7. Addressing by way of critical analysis specific issues raised in the State Litigation Authority’s report, this piece of research provides an objective overview of the historical development of the Egyptian legal system, with an emphasis on the criminal justice system.
  8. It is notable that historically, as is highlighted in the initial chapters of this report, the Egyptian system was seen as a ‘beacon’ in the legal landscape of the Middle East, to such an extent that it was replicated, on an almost universal basis, throughout the region.
  9. However, this example to others wasn’t to last, and it wasn’t long before ‘military rule’, or at least its significant involvement in the political system, began in Egypt.
  10. This involvement, in what ought to be a citizen-led system, was to further develop so as to permeate all aspects of Egyptian life; a position that despite the Tahrir Square protests and the removal of the autocratic regime of Hosni Mubarak, continues today.
  11. This is despite free and pluralistic democratic elections being held and the Egyptian populace electing President Mohammed Morsi.
  12. As has been discussed in previous reports, Morsi won office following a process that independent international experts determined was free, inclusive and fair.
  13. Despite the introduction of democracy to Egypt, and therefore to a degree, its citizens securing what it demanded in the demonstrations, the first democratically-elected President was removed by way of military coup d’état, and therefore the status quo was maintained insofar as the ruling class was concerned.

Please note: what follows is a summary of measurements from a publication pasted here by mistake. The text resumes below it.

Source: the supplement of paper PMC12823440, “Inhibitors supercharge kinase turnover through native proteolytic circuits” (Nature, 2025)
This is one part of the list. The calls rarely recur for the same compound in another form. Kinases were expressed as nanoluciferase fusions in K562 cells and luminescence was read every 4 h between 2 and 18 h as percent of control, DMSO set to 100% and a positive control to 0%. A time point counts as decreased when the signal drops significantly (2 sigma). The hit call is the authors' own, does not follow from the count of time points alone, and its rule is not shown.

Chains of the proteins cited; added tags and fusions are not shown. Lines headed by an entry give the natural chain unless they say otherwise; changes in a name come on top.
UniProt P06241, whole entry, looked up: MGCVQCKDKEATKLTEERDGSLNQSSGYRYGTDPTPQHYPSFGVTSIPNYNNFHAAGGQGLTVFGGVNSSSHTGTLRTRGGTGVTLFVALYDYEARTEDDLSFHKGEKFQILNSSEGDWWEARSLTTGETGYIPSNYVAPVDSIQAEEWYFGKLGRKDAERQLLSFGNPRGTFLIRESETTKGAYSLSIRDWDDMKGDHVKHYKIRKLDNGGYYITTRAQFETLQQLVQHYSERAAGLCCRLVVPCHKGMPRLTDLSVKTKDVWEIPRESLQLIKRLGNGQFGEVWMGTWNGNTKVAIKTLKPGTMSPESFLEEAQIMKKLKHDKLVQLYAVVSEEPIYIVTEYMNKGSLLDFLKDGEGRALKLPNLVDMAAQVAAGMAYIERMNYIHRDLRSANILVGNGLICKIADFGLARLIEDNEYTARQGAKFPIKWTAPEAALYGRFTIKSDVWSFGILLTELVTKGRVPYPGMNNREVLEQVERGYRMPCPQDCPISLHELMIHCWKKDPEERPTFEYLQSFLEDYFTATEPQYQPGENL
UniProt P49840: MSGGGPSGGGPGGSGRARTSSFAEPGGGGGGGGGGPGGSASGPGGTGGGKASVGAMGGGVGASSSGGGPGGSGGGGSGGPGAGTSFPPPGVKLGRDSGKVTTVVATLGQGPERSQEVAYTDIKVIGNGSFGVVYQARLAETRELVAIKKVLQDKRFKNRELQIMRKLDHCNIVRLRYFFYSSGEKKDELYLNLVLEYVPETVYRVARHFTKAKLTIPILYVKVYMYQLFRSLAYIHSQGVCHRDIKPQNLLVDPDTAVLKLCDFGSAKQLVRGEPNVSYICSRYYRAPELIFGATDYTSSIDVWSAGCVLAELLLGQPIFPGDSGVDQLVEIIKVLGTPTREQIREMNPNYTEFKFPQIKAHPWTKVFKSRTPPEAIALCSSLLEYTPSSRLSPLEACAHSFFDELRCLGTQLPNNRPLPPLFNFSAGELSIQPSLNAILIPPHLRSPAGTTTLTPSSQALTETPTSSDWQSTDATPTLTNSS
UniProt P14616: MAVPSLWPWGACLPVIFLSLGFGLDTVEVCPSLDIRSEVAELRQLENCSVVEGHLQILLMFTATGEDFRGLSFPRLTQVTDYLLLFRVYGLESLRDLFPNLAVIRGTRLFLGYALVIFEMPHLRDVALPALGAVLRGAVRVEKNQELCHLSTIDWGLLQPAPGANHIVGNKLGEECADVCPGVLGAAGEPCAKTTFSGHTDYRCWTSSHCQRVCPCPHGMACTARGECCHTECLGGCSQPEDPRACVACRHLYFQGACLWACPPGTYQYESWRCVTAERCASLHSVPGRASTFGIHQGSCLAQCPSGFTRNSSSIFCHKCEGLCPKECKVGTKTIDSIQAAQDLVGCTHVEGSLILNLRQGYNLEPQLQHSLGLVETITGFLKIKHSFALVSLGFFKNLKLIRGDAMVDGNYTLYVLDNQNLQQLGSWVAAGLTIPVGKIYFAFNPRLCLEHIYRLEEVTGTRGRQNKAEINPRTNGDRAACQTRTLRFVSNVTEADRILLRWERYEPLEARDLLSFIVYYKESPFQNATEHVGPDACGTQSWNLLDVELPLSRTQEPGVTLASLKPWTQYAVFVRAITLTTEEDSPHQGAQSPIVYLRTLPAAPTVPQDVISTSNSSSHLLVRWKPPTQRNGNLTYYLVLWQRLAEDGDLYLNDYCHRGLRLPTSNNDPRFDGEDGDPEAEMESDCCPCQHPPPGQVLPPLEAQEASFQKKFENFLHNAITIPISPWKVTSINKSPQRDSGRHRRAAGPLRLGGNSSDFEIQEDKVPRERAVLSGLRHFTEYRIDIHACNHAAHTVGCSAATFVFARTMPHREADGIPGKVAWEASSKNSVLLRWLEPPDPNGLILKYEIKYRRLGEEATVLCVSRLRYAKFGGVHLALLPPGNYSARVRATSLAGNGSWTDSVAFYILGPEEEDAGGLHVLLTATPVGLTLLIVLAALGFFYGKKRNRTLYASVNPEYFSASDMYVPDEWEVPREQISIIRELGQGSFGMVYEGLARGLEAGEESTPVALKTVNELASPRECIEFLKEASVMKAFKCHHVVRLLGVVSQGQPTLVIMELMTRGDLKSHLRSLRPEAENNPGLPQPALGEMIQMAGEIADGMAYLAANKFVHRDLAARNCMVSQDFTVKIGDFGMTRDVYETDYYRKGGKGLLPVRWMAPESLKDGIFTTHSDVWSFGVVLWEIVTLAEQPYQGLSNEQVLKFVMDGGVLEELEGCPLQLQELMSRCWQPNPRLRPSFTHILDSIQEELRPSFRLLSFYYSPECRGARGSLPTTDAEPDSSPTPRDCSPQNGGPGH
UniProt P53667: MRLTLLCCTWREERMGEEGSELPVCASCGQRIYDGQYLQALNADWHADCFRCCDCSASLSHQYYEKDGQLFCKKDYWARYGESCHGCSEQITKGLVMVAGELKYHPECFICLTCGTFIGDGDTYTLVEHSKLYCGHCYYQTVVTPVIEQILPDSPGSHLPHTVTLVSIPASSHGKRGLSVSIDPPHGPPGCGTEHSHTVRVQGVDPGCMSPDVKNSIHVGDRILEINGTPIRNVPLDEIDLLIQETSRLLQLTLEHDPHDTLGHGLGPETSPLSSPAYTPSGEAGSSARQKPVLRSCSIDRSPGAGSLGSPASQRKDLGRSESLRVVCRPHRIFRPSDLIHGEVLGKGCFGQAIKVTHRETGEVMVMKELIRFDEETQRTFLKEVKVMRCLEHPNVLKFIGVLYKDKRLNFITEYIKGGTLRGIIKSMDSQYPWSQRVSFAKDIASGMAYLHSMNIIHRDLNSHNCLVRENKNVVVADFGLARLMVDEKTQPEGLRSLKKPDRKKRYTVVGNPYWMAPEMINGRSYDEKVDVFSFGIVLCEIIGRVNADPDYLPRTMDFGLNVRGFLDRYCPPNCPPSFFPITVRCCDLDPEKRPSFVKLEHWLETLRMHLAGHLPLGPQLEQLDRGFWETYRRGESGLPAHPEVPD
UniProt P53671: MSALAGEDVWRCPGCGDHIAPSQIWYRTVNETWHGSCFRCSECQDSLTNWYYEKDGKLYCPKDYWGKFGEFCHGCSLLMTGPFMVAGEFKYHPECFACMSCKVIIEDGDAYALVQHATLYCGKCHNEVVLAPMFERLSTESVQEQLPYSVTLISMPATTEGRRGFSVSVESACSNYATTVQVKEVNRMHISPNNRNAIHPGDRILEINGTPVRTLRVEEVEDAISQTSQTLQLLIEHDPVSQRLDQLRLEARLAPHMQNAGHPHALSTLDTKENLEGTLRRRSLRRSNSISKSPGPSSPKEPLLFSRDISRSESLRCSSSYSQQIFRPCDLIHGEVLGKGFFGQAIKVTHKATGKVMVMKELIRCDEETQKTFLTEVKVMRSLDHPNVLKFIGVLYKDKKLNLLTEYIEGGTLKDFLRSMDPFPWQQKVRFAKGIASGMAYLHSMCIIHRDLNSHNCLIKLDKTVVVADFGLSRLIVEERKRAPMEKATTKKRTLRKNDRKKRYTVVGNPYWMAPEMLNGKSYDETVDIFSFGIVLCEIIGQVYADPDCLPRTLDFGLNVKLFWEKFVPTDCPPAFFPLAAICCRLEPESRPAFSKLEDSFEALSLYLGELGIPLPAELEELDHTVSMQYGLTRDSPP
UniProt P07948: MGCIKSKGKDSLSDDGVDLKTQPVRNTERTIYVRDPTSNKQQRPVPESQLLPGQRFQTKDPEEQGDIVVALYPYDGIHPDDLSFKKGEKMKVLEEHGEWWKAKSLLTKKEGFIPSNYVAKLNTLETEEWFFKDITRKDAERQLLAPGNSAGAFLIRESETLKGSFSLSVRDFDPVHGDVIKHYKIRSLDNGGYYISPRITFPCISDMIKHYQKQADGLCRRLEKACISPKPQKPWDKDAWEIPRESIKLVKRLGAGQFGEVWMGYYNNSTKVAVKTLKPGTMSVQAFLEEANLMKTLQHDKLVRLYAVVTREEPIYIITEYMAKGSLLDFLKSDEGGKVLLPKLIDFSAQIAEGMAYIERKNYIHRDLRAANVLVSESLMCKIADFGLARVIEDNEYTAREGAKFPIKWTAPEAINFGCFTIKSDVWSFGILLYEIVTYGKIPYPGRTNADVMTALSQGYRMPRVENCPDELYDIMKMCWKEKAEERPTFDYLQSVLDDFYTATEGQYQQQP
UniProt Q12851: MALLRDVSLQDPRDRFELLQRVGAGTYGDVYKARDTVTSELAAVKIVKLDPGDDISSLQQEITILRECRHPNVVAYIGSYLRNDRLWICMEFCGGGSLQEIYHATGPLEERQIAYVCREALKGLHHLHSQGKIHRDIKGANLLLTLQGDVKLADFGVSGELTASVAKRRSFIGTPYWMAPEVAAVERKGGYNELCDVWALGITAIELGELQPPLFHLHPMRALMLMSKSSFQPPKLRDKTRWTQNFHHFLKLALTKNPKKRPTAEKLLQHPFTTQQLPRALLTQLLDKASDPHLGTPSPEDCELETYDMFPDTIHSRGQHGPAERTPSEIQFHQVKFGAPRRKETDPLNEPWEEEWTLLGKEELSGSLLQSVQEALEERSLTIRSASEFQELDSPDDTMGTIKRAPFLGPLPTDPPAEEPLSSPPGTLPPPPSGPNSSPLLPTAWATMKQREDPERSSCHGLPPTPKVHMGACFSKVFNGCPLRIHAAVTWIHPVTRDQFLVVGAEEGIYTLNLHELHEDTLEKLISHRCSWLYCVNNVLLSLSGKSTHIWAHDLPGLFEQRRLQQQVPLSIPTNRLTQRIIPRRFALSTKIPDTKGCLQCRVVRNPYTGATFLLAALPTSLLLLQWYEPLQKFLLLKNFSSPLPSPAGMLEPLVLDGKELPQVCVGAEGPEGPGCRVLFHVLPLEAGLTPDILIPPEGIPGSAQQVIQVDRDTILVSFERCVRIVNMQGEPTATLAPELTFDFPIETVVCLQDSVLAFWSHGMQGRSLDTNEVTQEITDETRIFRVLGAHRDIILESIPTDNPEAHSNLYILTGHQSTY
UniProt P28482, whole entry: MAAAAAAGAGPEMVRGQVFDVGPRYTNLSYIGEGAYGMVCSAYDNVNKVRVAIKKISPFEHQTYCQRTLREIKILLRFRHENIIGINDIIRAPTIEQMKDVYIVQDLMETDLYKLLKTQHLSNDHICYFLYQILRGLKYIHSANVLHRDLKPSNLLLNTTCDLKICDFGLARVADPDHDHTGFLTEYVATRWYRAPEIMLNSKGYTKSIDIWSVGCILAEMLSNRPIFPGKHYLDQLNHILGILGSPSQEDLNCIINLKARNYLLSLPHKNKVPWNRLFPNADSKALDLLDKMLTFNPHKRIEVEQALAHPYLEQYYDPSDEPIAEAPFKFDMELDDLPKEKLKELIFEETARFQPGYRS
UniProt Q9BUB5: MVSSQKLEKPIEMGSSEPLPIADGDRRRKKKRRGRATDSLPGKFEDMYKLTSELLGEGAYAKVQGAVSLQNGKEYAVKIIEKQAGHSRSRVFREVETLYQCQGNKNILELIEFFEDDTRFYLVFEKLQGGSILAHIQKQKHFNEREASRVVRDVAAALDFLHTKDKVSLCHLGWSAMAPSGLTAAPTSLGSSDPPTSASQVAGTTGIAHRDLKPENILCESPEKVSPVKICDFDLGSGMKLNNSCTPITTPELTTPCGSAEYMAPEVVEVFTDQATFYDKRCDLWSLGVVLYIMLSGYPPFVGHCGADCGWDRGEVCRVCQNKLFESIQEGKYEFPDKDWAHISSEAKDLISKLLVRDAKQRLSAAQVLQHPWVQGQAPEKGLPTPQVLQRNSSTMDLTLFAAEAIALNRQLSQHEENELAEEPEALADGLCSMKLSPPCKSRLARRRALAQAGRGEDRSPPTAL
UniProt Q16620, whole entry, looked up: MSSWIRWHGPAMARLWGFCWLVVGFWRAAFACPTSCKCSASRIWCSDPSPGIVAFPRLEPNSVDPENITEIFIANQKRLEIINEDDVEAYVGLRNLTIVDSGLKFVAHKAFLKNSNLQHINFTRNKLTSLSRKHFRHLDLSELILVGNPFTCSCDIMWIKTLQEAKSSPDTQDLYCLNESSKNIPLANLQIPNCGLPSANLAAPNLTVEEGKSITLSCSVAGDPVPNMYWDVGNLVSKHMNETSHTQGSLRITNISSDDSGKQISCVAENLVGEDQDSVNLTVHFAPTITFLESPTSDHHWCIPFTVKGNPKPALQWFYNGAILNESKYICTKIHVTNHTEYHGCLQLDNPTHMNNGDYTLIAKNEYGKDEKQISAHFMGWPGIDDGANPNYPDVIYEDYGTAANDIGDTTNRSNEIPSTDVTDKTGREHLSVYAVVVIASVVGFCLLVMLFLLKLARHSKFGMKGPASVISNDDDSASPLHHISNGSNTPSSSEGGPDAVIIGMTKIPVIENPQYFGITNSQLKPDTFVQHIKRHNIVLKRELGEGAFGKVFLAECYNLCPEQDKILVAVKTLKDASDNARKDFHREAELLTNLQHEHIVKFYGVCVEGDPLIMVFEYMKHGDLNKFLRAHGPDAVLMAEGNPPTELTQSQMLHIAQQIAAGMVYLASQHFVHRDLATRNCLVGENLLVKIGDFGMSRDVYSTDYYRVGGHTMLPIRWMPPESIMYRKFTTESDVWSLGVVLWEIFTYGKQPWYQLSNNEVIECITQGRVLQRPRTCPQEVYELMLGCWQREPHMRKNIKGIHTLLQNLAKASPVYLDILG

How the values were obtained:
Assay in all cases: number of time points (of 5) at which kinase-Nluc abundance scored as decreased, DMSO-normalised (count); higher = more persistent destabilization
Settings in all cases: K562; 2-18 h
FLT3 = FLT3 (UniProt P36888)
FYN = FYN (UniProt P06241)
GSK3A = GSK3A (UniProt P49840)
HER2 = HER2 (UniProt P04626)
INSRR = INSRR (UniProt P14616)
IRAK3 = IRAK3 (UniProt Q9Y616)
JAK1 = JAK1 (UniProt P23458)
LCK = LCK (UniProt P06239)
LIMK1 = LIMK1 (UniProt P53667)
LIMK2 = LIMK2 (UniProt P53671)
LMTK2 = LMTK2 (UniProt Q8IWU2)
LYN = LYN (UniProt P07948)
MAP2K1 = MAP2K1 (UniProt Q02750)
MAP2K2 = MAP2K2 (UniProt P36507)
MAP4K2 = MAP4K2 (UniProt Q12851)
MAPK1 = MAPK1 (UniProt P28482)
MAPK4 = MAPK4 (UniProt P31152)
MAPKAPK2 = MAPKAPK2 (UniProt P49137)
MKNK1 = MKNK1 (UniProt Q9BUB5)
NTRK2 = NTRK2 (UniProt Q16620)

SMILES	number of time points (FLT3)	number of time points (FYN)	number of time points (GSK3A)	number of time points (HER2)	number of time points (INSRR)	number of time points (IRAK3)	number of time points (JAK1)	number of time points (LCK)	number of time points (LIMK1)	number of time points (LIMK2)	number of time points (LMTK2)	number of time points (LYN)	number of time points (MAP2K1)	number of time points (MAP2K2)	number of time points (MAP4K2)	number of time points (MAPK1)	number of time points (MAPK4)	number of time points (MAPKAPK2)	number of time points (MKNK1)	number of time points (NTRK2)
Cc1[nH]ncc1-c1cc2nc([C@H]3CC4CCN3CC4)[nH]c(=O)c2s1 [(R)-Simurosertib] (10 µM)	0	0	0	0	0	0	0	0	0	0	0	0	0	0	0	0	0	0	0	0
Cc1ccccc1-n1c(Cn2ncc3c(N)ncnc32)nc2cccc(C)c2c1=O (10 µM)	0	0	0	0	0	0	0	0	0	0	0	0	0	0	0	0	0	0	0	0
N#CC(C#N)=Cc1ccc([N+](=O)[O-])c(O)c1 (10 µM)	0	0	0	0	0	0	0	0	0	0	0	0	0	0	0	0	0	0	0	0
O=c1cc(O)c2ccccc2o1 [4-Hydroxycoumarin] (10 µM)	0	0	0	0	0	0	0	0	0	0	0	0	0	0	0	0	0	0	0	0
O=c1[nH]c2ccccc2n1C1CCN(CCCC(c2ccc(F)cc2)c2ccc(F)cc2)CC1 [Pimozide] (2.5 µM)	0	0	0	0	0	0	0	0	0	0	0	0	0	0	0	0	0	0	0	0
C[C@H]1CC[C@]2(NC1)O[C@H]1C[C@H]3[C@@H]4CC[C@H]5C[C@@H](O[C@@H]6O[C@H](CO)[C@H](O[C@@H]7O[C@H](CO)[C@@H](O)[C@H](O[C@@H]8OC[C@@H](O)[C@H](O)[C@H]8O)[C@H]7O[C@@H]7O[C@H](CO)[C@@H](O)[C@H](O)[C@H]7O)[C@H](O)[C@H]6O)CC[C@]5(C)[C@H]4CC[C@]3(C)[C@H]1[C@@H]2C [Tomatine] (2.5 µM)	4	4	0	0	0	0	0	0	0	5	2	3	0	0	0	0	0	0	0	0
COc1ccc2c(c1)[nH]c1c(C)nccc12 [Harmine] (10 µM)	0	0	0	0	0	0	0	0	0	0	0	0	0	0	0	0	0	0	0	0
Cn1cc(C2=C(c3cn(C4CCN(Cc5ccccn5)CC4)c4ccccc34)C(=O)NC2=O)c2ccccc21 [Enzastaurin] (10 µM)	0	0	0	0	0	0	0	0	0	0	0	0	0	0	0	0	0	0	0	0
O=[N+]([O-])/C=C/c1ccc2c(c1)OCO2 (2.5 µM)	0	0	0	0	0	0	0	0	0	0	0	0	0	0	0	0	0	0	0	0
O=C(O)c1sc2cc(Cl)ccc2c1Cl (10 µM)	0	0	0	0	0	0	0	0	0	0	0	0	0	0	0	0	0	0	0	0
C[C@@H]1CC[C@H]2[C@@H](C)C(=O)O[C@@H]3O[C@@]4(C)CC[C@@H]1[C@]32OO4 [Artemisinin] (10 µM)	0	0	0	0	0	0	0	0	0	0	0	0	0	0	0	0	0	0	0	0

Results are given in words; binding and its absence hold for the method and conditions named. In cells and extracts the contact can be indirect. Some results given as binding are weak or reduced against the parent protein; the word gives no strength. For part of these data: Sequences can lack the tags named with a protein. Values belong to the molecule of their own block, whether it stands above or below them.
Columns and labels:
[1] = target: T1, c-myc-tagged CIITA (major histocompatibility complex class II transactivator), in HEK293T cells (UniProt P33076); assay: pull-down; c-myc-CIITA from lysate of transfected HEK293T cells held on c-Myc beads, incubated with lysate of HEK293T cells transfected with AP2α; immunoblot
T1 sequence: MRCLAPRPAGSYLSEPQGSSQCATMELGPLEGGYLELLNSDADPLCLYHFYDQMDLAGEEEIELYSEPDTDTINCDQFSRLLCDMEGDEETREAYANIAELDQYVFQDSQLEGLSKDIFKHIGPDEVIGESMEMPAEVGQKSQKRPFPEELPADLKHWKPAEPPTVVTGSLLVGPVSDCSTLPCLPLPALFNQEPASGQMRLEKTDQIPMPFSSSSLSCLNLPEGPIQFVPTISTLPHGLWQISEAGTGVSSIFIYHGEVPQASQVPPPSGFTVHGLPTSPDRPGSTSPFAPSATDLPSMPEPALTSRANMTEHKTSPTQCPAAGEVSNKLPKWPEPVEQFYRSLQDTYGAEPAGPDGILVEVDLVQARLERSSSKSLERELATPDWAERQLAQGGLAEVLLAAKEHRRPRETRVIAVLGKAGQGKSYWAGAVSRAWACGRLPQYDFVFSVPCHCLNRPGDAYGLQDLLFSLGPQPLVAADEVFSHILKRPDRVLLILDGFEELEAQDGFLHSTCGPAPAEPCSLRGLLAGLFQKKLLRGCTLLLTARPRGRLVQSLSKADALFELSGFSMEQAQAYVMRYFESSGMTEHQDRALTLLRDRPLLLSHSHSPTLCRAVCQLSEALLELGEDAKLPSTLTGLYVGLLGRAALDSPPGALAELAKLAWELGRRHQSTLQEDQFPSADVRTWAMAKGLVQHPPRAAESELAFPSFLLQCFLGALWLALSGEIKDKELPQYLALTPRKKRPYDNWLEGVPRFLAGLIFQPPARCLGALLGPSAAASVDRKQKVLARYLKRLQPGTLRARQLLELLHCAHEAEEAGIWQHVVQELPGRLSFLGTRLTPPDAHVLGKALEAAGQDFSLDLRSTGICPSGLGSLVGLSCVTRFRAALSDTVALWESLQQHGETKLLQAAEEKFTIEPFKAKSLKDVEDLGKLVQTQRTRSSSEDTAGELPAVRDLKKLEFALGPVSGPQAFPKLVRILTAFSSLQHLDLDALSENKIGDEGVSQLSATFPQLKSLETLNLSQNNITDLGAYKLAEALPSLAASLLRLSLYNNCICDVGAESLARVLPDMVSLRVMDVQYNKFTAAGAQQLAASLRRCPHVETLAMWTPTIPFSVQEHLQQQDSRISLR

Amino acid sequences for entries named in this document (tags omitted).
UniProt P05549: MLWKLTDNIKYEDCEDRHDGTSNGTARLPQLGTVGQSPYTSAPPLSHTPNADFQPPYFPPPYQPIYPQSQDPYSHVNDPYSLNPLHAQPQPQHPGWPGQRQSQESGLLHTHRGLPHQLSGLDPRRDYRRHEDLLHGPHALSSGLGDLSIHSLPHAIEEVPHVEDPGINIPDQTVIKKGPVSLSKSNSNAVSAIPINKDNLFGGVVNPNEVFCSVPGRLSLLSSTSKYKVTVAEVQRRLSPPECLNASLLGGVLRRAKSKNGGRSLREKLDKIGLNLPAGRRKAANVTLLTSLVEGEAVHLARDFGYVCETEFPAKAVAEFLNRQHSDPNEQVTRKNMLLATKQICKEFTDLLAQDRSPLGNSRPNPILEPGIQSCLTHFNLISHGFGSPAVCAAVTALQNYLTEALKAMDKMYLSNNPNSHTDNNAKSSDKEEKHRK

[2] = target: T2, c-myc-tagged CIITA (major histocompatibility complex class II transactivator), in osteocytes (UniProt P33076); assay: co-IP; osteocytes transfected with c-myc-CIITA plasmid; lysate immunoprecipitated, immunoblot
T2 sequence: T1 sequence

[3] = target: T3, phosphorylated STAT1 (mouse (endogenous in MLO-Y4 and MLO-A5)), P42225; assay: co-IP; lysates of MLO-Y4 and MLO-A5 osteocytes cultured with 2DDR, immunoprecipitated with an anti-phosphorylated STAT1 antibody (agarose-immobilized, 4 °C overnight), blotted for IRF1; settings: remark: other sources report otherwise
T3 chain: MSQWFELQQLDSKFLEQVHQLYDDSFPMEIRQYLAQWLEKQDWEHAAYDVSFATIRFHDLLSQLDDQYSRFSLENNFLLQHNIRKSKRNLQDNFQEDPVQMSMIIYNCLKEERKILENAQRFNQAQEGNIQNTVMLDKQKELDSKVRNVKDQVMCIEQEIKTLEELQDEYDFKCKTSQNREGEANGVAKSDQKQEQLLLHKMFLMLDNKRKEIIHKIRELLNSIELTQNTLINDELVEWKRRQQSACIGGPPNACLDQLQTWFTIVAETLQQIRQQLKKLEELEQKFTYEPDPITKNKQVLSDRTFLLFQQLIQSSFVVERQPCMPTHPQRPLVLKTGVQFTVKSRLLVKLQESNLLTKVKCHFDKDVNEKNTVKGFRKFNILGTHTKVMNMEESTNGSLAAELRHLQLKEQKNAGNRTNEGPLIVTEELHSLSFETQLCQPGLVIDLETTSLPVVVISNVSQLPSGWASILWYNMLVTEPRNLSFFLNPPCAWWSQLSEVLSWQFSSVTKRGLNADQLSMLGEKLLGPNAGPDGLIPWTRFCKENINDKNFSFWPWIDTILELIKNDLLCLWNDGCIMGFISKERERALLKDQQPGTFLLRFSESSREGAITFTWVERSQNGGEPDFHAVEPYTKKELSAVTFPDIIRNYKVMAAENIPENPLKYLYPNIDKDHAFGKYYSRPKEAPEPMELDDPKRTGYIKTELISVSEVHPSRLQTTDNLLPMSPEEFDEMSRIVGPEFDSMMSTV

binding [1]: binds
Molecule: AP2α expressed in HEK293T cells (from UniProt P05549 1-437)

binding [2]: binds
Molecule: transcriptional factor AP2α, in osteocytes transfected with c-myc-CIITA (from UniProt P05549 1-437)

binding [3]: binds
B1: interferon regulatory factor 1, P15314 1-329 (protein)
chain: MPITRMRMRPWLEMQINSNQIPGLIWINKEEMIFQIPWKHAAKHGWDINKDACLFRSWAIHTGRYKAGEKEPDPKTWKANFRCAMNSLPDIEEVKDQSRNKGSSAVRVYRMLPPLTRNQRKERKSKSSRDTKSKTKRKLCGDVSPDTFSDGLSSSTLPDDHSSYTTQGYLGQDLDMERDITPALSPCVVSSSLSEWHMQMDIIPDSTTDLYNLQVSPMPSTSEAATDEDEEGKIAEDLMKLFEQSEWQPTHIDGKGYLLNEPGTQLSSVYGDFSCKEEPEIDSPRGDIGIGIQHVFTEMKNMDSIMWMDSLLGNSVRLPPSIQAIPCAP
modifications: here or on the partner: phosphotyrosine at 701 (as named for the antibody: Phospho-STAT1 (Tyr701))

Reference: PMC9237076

14. Not only was it maintained, but with the drafting of a new constitution the military provided itself with significant opportunity to further its own power and did so with the explicit intention of removing the reforms brought about by Morsi which limited the military’s influence within the political sphere.
  15. In one of its first actions and as soon as the opportunity arose, the post-Morsi regime immediately limited the democratic rights and freedoms of citizens.
  16. Further, this report looks at the elements of Egyptian domestic legislation, including its constitution, and considers those protections that look to guarantee fundamental rights and freedoms, and offer relevant fair trial protections.
  17. These domestic provisions are considered alongside Egypt’s international obligations, including those under treaties such as the Universal Declaration on Human and Peoples Rights, and the International Convention on Civil and Political Rights – treaties that are often viewed as the foundation for the international observance of human rights.